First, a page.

Catholic vs catholic

Michael Spencer at has an interesting post, Personal Update and Questions For Roman Catholics. It includes a number of questions for us Romans (sigh!!) to answer. Dialogue is good and I am completely unqualified to answer any of them but I will offer a public answer to the following:

3) What would be the church’s view on someone who is convinced the Catholic faith is true, but who is unable or chooses not to openly convert to Catholicism at this time? Is such a person committing a sin?

The question shows again a number of issues which I have struggled with continually. Firstly terminology: Catholic faith would suggest the faith which the (Roman) Catholic Church proclaims and believes. As such, one cannot (logically) be convinced of the faith which the Roman Church proclaims yet not be united with her! This point is further illustrated by the use of the noun Catholicism rather than a more general catholicism. So to answer the question with another question: is one really convinced of the Catholic faith if one is not joined to the Catholic Church? (Sorry, Mum!)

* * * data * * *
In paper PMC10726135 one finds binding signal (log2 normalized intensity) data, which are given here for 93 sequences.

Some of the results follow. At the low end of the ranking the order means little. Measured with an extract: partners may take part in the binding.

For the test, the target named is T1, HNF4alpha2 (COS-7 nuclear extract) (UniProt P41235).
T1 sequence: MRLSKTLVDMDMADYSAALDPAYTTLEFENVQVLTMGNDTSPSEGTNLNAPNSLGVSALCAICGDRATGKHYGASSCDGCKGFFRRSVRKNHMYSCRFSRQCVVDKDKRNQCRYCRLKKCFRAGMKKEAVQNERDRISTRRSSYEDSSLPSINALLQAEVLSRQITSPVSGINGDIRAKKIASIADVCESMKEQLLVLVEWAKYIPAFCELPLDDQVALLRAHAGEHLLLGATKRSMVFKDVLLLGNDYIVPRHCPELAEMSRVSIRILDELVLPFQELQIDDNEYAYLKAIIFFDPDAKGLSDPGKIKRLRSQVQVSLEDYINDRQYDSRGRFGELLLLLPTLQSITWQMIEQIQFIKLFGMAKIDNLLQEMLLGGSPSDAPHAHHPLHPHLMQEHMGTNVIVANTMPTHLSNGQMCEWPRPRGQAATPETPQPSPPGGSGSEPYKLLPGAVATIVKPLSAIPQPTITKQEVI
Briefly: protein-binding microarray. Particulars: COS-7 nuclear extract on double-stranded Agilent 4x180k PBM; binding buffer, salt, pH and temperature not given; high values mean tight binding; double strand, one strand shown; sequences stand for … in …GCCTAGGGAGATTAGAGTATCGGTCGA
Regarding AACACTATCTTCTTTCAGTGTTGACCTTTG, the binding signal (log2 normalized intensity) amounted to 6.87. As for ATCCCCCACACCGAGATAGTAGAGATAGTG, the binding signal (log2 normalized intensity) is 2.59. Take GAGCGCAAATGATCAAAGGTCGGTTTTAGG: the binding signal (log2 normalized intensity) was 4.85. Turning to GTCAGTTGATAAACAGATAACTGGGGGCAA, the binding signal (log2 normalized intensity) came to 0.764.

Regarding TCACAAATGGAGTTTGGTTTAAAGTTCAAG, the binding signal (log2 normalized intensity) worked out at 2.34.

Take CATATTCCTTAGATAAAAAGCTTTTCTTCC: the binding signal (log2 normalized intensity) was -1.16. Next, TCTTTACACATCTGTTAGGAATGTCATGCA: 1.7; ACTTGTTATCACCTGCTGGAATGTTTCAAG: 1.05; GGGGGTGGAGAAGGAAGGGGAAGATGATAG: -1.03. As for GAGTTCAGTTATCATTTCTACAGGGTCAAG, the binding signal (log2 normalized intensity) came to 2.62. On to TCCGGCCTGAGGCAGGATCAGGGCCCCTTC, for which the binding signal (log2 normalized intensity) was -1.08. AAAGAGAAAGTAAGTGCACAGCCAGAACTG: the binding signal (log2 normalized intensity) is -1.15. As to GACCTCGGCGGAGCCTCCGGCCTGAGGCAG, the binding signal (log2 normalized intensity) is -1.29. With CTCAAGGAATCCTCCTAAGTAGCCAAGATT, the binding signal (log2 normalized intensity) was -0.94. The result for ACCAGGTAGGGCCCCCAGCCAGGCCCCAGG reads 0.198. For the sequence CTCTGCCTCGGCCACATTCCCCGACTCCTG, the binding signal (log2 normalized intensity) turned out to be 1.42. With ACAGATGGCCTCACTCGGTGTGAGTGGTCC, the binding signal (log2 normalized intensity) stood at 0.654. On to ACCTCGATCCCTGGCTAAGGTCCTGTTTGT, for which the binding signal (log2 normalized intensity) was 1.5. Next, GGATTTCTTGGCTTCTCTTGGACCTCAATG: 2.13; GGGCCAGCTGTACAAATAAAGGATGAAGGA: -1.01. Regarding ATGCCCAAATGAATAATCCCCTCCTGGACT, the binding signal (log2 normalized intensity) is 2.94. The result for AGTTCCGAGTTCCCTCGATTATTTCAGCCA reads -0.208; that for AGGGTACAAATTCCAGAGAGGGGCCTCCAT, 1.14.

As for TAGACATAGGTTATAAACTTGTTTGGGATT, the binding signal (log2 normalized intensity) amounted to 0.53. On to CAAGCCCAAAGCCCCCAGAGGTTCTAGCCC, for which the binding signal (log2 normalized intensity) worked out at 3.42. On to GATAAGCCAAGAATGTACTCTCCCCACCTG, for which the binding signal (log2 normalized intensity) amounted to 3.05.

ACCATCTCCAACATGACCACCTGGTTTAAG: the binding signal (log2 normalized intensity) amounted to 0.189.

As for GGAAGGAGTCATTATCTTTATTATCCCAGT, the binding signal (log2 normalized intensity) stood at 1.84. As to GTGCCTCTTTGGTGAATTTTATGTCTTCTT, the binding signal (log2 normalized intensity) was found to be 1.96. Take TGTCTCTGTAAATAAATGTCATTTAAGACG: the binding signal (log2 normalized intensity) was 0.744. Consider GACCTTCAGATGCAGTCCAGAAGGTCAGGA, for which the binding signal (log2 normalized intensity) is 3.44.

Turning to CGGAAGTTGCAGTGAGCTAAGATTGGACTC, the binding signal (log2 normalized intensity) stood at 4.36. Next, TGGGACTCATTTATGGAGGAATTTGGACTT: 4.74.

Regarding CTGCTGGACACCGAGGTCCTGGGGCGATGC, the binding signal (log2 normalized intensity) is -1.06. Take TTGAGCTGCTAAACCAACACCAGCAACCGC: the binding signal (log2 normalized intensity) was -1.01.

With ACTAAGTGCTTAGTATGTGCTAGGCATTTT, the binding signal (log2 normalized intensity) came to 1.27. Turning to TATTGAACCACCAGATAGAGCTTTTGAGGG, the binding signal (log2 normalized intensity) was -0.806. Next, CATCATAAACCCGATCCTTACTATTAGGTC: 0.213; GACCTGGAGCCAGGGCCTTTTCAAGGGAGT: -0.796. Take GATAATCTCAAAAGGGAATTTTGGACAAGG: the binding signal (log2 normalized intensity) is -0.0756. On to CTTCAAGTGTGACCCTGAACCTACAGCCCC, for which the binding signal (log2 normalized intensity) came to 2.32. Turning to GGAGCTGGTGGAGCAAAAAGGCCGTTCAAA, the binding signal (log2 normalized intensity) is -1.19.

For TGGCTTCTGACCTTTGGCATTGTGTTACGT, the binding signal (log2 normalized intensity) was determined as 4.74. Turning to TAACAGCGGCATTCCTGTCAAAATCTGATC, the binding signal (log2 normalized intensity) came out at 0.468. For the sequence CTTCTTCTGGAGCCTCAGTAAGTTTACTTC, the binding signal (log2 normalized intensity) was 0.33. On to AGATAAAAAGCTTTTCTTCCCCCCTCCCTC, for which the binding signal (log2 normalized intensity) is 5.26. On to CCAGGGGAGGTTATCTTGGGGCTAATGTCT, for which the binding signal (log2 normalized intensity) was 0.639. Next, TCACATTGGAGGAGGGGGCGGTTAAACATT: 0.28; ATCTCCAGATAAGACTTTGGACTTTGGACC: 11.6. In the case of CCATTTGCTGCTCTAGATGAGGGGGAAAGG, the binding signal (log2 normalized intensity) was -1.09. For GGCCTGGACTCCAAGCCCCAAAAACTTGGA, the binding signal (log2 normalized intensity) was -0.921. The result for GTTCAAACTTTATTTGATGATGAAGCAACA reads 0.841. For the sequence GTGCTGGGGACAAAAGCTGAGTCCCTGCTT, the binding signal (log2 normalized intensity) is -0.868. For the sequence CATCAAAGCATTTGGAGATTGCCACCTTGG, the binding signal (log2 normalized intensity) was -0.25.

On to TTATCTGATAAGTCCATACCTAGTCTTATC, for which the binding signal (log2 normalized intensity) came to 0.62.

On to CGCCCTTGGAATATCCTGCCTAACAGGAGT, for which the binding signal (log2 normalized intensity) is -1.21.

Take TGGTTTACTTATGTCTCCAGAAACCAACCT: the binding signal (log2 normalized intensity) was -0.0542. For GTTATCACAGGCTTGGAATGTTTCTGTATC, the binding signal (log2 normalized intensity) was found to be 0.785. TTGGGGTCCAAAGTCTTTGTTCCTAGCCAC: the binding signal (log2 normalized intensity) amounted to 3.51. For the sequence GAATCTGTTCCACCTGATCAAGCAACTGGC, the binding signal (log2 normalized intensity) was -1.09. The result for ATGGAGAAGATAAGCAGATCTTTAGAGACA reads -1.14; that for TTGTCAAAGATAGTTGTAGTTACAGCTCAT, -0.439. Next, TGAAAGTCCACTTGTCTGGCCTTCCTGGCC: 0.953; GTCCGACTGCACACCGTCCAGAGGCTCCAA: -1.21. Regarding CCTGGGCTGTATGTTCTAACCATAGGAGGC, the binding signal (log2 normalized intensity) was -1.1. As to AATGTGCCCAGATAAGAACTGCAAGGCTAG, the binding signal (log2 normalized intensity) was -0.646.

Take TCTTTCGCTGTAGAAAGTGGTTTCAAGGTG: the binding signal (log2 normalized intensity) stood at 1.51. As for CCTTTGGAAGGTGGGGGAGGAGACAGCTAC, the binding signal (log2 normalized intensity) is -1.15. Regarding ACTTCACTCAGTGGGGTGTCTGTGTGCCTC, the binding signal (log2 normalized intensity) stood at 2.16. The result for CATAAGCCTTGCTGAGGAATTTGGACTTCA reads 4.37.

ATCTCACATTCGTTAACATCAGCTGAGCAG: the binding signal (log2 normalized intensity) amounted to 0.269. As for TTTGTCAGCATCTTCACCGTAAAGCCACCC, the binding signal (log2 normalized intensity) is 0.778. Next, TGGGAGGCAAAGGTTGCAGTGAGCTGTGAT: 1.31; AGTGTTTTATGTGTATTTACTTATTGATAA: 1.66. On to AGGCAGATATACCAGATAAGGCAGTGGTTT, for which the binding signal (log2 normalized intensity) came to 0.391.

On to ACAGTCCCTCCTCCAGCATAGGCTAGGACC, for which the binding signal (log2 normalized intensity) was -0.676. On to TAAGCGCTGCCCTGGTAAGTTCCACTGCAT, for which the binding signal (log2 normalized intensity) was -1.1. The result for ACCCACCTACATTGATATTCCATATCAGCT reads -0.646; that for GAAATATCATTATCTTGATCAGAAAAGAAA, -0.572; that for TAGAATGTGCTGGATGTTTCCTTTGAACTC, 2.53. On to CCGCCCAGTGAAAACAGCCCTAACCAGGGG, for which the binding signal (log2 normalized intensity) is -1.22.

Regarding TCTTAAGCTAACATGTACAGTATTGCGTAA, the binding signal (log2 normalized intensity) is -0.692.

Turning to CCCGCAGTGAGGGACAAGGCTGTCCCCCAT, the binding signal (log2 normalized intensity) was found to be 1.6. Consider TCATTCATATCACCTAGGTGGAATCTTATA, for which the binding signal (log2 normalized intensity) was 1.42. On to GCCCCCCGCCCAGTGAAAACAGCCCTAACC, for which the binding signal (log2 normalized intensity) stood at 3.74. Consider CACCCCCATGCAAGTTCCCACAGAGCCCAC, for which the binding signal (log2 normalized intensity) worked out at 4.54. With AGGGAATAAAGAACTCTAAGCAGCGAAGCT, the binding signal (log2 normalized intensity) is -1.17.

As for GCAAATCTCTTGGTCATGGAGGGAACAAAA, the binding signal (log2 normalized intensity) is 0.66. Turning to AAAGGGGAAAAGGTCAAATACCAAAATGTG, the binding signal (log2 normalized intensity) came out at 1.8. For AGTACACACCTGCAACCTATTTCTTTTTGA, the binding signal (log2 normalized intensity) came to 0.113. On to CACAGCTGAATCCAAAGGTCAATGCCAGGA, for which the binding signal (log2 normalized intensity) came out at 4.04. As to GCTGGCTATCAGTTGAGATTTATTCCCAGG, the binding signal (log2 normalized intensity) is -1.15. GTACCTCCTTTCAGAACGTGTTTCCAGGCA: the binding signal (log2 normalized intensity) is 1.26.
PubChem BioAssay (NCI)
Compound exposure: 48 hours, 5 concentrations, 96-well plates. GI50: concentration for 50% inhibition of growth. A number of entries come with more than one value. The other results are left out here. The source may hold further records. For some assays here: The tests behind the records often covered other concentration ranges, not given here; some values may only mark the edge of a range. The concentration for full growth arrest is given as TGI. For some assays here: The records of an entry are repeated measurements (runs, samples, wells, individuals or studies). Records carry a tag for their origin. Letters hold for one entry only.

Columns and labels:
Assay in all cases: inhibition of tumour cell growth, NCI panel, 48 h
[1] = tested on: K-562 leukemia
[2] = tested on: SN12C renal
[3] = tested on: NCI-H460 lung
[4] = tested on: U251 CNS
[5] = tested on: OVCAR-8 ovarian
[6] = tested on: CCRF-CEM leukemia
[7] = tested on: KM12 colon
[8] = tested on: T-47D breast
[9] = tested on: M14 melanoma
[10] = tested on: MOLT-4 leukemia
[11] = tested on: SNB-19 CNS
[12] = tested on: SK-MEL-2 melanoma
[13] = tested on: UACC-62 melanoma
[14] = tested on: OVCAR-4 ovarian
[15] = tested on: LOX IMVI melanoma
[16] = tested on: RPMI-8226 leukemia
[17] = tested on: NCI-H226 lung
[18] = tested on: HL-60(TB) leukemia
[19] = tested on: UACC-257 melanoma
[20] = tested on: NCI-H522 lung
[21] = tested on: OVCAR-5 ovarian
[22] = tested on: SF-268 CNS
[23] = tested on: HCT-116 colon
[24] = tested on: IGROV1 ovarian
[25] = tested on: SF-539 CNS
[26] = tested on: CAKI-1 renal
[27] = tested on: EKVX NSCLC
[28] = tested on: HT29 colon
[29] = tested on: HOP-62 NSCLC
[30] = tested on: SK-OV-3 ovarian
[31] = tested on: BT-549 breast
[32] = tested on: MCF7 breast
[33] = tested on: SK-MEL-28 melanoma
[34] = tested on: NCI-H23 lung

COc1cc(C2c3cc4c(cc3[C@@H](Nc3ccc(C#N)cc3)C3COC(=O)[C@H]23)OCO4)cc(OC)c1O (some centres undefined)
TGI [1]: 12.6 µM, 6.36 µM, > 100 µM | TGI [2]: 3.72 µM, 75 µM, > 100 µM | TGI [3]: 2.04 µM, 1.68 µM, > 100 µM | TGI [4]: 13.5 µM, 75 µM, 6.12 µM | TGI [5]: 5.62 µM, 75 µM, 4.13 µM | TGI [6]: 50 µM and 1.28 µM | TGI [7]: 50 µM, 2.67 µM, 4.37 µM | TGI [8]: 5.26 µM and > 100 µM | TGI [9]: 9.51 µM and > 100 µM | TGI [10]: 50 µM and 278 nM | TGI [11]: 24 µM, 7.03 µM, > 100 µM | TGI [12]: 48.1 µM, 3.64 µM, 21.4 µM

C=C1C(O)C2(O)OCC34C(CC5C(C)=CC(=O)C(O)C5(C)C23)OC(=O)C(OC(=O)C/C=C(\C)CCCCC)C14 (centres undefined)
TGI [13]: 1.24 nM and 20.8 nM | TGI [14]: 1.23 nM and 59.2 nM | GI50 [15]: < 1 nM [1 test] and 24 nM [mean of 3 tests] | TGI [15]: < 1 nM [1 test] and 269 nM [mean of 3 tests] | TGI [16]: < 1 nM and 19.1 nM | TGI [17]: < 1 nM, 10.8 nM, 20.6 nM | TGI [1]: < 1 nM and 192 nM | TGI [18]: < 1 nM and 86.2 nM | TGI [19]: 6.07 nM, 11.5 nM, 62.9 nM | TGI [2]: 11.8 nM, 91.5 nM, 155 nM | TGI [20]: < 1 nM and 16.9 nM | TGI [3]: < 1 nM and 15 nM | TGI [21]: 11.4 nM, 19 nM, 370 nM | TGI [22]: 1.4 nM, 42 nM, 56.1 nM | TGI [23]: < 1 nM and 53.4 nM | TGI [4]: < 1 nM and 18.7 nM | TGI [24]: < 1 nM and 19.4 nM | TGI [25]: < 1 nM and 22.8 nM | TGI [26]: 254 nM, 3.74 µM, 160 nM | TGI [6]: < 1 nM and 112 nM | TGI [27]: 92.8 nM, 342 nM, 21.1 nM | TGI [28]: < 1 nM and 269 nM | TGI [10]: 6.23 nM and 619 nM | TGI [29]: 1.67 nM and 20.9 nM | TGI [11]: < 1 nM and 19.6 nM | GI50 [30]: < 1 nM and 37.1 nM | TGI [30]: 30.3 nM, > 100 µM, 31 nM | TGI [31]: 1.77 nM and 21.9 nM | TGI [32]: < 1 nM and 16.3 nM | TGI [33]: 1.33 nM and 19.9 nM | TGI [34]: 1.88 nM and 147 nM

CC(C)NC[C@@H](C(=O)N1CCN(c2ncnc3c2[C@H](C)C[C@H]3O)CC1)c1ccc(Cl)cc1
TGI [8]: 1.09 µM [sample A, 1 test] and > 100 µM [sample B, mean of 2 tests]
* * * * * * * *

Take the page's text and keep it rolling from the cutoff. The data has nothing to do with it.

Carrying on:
Yet (me thinks) the question assumes there is a generic catholic faith. (And in fact, that is true for any person who holds the Athanasian Creed who finds themselves outside of communion with the Church.) That is a catholic faith which can be validly and consistently (logically) held by people not in full visible communion with the Holy See. I think that establishing (not to say, codifying) such a generic expression of catholicism would be extremely hard. Where do you start? Where do you stop? Who has authority in this context? How do I know (outside of myself) if I am on the right track? When do I know that I have found it? Along with the generic catholic faith comes the idea that the Church is fundamentally invisible! The assumption that I can validly chose to be outside of the visible Catholic Church is based on the idea that one is already a member of the invisible Church.

The question is a great thought starter (as are the others in the post)! Maybe I have read too much Aristotle and his definitions but I think that a clear idea where the question is coming from before an answer is offered is essential. One would need to explore the nature of sin to fully answer the question.

So there is my uneducated response. Anyone else?


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